One argument they did not make was that Hillarycare exceeded the government’s powers under the Commerce Clause of the Constitution. (Search the New York Times for all of 1993 and 1994. There is just one buried and dismissive reference to the possibility of a Commerce Clause challenge in an article about half a dozen possible legal strategies for challenging Hillarycare.) Is it possible that requiring people to buy their own insurance is unconstitutional but requiring owners of companies to buy other people’s insurance for them would have been perfectly OK?
Here is Kinsley engaging in a little bit of sleight-of-hand. He jumps into his time machine and takes us back to the 1990s, and proceeds to attack conservatives for not dealing with the constitutionality issue then. The thin is, there was no need to deal with constitutional questions at the time. The litigation on the issue had to do with open meetings, public records, and other issues related to a commission that was to design legislation, not over a statute that had been enacted into law. Indeed, HillaryCare was defeated in the Senate in 1994, and the GOP landslide that November guaranteed that the proposal would not even be considered in the future. The constitutional question was not ripe for consideration.
During the decades it took for the court to come to its senses about segregation and sexual privacy, there were always lots of people on both sides of the arguments. By contrast, as Dahlia Lithwick points out in Slate, the notion that health-care reform with an individual mandate might be unconstitutional was virtually never heard of until the bill passed and the Vast Right-Wing Conspiracy went to work. Professor Randy Barnett, the intellectual father of the Commerce Clause argument, didn’t really start churning out scholarship on the subject until 2011. During the whole debate over Obamacare, it seems, nobody noticed that it was unconstitutional. Now every conservative politician and pundit finds it not just unconstitutional but obviously so.
Well, that isn’t quite true. But even in 2010, there was not an actual law to challenge. The focus was on keeping the law from being passed. Besides, there really wasn’t a bill to examine during the process – we were told by Speaker Nancy Pelosi that the bill would have to be voted on and passed before anyone would actually know what was really in it. In the end, the bill passed by the slimmest of margins – and over the vocal objections of the American people, who as in 1994 responded to the unpopular legislation by punishing its supporters in the November congressional elections. And once there was an actual statute in place, it was possible for the legal challenges to begin – legal challenges which included, in part, constitutional challenges.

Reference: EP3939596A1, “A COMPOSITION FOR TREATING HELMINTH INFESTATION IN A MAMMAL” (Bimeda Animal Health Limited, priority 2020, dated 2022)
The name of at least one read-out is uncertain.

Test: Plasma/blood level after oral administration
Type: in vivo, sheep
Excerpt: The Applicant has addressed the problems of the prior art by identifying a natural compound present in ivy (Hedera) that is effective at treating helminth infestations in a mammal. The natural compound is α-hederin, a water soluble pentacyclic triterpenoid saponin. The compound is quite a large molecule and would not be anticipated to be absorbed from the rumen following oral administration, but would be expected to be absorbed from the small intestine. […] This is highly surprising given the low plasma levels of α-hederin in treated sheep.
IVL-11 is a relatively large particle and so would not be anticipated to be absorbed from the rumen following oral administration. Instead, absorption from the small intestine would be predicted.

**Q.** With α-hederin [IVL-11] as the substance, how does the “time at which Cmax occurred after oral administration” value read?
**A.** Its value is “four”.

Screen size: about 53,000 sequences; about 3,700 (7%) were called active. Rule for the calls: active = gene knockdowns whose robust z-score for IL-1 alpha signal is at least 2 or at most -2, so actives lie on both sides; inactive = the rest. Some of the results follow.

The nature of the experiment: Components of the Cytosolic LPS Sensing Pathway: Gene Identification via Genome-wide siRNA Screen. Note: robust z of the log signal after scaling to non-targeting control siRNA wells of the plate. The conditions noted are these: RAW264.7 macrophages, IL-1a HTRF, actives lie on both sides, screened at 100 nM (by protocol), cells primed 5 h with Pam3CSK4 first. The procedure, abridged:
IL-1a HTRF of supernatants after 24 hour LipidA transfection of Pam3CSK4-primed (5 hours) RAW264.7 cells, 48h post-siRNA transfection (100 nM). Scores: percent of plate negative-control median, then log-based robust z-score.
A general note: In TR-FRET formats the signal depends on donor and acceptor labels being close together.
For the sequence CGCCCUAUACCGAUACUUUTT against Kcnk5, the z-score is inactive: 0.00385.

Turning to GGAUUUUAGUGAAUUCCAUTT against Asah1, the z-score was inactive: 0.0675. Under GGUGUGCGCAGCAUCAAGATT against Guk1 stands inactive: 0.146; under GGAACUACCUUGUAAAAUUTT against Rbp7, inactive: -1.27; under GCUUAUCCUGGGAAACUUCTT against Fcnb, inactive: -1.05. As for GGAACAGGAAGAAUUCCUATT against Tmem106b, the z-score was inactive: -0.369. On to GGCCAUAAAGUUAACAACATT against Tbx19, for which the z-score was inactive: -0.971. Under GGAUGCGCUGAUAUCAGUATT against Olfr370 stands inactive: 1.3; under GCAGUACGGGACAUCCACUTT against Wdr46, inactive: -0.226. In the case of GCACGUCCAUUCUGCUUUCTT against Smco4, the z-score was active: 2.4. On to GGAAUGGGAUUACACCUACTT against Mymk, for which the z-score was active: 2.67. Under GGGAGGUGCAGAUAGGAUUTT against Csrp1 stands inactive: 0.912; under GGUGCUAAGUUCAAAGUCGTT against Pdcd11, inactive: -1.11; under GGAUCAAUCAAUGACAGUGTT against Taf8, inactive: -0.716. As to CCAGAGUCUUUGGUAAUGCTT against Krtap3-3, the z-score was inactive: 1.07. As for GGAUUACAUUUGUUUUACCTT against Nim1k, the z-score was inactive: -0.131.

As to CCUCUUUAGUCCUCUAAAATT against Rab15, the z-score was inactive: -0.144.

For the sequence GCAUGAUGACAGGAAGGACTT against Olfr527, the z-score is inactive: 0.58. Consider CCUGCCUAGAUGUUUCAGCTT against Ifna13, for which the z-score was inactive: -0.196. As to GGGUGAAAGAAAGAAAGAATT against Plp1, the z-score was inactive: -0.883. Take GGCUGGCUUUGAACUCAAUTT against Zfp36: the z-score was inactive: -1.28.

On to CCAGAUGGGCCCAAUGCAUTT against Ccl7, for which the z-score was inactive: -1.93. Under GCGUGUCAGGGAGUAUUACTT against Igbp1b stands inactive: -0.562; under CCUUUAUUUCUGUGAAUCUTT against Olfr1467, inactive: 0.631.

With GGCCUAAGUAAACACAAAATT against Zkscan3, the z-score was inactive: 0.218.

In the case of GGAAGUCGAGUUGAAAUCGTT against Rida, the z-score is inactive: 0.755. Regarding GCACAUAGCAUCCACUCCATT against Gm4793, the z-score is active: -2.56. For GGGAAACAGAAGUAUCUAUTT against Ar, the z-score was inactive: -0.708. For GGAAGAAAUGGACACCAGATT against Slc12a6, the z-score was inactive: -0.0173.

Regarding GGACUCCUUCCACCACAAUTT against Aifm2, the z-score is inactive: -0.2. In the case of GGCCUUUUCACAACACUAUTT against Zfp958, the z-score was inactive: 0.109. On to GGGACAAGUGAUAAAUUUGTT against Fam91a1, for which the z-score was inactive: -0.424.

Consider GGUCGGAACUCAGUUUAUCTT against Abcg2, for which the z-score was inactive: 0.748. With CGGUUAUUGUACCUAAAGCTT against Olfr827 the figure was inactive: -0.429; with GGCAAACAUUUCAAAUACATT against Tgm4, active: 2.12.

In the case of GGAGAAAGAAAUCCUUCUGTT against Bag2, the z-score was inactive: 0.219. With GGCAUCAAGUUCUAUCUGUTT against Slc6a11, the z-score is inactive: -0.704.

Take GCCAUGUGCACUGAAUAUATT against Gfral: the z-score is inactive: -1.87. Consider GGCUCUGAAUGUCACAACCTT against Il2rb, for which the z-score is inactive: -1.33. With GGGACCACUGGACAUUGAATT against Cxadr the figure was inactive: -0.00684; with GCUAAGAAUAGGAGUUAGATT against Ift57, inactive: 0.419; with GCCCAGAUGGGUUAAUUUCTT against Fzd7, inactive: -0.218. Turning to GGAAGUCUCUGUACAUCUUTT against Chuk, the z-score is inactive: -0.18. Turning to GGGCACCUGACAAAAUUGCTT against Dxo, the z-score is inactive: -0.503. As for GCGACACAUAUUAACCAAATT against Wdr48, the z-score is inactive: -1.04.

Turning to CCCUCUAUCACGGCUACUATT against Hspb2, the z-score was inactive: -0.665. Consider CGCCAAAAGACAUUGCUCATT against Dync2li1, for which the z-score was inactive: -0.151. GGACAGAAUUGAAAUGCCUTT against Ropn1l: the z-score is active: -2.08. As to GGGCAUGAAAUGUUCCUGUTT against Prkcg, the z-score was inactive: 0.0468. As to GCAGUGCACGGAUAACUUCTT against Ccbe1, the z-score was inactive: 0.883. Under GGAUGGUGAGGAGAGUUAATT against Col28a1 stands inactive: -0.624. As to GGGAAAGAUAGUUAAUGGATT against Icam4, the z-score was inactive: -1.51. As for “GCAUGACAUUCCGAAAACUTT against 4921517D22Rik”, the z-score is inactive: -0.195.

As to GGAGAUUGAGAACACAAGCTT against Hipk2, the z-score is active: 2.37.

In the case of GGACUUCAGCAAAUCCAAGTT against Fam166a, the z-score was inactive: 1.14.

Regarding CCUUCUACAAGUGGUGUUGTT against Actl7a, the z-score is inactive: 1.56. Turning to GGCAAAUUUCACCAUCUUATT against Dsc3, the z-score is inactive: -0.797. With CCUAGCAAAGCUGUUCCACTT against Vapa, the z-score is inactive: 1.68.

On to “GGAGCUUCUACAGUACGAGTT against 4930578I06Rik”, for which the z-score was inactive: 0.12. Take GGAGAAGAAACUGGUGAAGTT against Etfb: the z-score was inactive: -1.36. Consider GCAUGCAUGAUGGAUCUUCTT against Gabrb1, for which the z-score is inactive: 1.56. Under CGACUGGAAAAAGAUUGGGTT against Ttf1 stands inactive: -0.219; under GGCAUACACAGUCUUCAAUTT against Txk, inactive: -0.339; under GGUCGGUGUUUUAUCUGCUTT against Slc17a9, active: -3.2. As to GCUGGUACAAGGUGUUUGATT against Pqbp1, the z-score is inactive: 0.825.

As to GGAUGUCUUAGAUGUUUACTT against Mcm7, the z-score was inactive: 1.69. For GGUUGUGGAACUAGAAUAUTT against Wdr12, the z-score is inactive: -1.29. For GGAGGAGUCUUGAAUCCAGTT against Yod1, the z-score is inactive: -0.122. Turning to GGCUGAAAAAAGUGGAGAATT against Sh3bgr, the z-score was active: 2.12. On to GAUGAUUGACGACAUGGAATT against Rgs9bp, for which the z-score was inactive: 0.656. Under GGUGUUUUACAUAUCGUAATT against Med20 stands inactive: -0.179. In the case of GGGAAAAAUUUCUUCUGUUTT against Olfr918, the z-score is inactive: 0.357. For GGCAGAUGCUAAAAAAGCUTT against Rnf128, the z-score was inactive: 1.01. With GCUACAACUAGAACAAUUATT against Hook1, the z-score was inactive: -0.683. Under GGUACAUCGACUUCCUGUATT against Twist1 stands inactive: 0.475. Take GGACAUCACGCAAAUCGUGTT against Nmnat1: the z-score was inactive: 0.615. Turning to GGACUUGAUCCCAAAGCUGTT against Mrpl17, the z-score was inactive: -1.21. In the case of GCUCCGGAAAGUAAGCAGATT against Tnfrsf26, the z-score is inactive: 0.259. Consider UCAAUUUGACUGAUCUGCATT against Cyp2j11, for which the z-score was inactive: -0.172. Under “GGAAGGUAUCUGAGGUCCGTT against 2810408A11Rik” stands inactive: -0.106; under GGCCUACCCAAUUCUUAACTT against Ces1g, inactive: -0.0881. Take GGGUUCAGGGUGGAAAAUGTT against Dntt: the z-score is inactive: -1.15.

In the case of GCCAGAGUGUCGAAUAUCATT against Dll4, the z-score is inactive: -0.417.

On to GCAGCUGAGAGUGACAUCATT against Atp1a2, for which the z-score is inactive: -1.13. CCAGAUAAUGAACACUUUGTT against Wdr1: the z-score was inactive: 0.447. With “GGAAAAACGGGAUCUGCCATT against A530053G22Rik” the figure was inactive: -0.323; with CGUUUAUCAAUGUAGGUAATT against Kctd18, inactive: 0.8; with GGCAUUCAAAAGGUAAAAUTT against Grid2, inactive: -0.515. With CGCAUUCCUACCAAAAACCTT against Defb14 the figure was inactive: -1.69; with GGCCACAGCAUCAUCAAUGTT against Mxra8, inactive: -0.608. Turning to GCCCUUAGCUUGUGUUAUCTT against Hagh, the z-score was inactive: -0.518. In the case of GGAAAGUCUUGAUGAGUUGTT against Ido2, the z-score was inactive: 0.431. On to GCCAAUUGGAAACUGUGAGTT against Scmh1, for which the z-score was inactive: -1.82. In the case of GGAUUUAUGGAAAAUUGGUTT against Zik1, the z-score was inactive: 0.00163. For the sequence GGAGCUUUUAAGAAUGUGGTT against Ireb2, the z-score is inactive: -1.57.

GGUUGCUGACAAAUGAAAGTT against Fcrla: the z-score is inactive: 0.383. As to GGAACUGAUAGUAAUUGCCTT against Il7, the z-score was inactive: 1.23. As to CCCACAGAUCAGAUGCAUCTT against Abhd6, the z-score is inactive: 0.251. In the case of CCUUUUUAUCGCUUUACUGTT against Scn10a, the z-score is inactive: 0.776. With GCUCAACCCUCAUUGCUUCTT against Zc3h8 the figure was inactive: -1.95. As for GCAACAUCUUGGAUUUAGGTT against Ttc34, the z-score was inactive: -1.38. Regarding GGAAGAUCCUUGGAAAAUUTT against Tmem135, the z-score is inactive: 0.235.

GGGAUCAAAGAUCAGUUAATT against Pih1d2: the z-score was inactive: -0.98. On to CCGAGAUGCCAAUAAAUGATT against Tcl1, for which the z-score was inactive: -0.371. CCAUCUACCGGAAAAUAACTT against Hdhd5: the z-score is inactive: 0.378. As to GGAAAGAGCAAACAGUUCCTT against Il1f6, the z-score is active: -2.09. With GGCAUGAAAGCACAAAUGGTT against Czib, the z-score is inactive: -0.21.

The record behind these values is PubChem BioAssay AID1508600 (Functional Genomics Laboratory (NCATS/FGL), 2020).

Which leads us to this non-sequitur conclusion.
It was during the Hillarycare debate that Stuart Butler of the conservative Heritage Foundation first proposed a health- care plan based on the individual mandate. Butler says today: “I’ve altered my views on many things. The individual mandate in health care is one of them.” There’s no stare decisis at the Heritage Foundation, apparently.
I'm sympathetic with Butler here -- if you had asked me 25 or 30 years ago what I thought about healthcare, you would have gotten advocacy of something akin to Britain's NHS. After all, I had been raised in a military family and had never known what it was to pay to see a doctor or get a prescription. Only after i got out on my own and discovered what it meant to have medical care not provided on an assembly line did I understand why that model was inferior. And as i saw such care eliminated for even military families because of the high cost to the government, I recognized the problem that providing such care would be in terms of cost containment.
Similarly, the Heritage Foundation is not a court – it is a think-tank. Over the last two decades there has been additional scholarship produced and additional ideas put forward. It is therefore no surprise that some who may at one time have considered some sort of individual mandate a good idea might have, over time, have come to recognize the problems with such a plan from both a policy and constitutional point of views. While Kinsley wants to discredit opponents based upon the anecdote regarding a single man working for a single entity, his effort fails. What he instead shows is that those with active intellects can change their policy prescriptions over time – and that they are not prisoners of a static ideology like Michael Kinsley.